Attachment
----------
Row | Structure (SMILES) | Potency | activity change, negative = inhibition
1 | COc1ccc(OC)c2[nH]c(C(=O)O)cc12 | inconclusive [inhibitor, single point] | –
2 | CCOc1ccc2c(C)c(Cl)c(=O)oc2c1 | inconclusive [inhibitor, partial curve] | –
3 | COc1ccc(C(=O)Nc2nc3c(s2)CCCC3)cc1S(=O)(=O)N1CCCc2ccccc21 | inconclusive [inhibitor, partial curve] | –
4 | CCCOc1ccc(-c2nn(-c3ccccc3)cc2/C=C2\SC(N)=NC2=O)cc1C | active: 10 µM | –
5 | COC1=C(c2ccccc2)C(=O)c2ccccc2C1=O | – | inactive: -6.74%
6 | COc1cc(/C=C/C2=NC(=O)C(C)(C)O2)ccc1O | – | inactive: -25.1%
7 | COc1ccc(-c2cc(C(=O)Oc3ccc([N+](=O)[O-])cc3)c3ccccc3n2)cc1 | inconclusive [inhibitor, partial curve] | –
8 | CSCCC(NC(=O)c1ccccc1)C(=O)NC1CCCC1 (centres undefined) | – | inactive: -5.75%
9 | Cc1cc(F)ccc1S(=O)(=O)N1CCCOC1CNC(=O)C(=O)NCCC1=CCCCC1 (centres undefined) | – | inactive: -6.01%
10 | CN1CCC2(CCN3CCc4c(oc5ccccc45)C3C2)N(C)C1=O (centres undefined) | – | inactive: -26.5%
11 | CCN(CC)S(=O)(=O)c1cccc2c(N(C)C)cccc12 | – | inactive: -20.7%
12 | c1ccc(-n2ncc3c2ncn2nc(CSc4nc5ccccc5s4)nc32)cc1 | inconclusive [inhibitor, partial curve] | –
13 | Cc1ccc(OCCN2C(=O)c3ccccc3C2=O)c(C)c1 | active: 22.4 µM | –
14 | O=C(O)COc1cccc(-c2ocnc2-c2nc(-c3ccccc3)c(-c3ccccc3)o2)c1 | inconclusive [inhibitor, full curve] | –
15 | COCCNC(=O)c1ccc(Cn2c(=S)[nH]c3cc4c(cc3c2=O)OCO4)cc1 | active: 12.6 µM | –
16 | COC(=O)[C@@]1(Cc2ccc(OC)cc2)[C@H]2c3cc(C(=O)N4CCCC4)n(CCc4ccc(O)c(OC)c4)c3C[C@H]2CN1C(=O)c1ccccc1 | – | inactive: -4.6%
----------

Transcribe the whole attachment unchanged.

Row | Structure (SMILES) | Potency | activity change, negative = inhibition
1 | COc1ccc(OC)c2[nH]c(C(=O)O)cc12 | inconclusive [inhibitor, single point] | –
2 | CCOc1ccc2c(C)c(Cl)c(=O)oc2c1 | inconclusive [inhibitor, partial curve] | –
3 | COc1ccc(C(=O)Nc2nc3c(s2)CCCC3)cc1S(=O)(=O)N1CCCc2ccccc21 | inconclusive [inhibitor, partial curve] | –
4 | CCCOc1ccc(-c2nn(-c3ccccc3)cc2/C=C2\SC(N)=NC2=O)cc1C | active: 10 µM | –
5 | COC1=C(c2ccccc2)C(=O)c2ccccc2C1=O | – | inactive: -6.74%
6 | COc1cc(/C=C/C2=NC(=O)C(C)(C)O2)ccc1O | – | inactive: -25.1%
7 | COc1ccc(-c2cc(C(=O)Oc3ccc([N+](=O)[O-])cc3)c3ccccc3n2)cc1 | inconclusive [inhibitor, partial curve] | –
8 | CSCCC(NC(=O)c1ccccc1)C(=O)NC1CCCC1 (centres undefined) | – | inactive: -5.75%
9 | Cc1cc(F)ccc1S(=O)(=O)N1CCCOC1CNC(=O)C(=O)NCCC1=CCCCC1 (centres undefined) | – | inactive: -6.01%
10 | CN1CCC2(CCN3CCc4c(oc5ccccc45)C3C2)N(C)C1=O (centres undefined) | – | inactive: -26.5%
11 | CCN(CC)S(=O)(=O)c1cccc2c(N(C)C)cccc12 | – | inactive: -20.7%
12 | c1ccc(-n2ncc3c2ncn2nc(CSc4nc5ccccc5s4)nc32)cc1 | inconclusive [inhibitor, partial curve] | –
13 | Cc1ccc(OCCN2C(=O)c3ccccc3C2=O)c(C)c1 | active: 22.4 µM | –
14 | O=C(O)COc1cccc(-c2ocnc2-c2nc(-c3ccccc3)c(-c3ccccc3)o2)c1 | inconclusive [inhibitor, full curve] | –
15 | COCCNC(=O)c1ccc(Cn2c(=S)[nH]c3cc4c(cc3c2=O)OCO4)cc1 | active: 12.6 µM | –
16 | COC(=O)[C@@]1(Cc2ccc(OC)cc2)[C@H]2c3cc(C(=O)N4CCCC4)n(CCc4ccc(O)c(OC)c4)c3C[C@H]2CN1C(=O)c1ccccc1 | – | inactive: -4.6%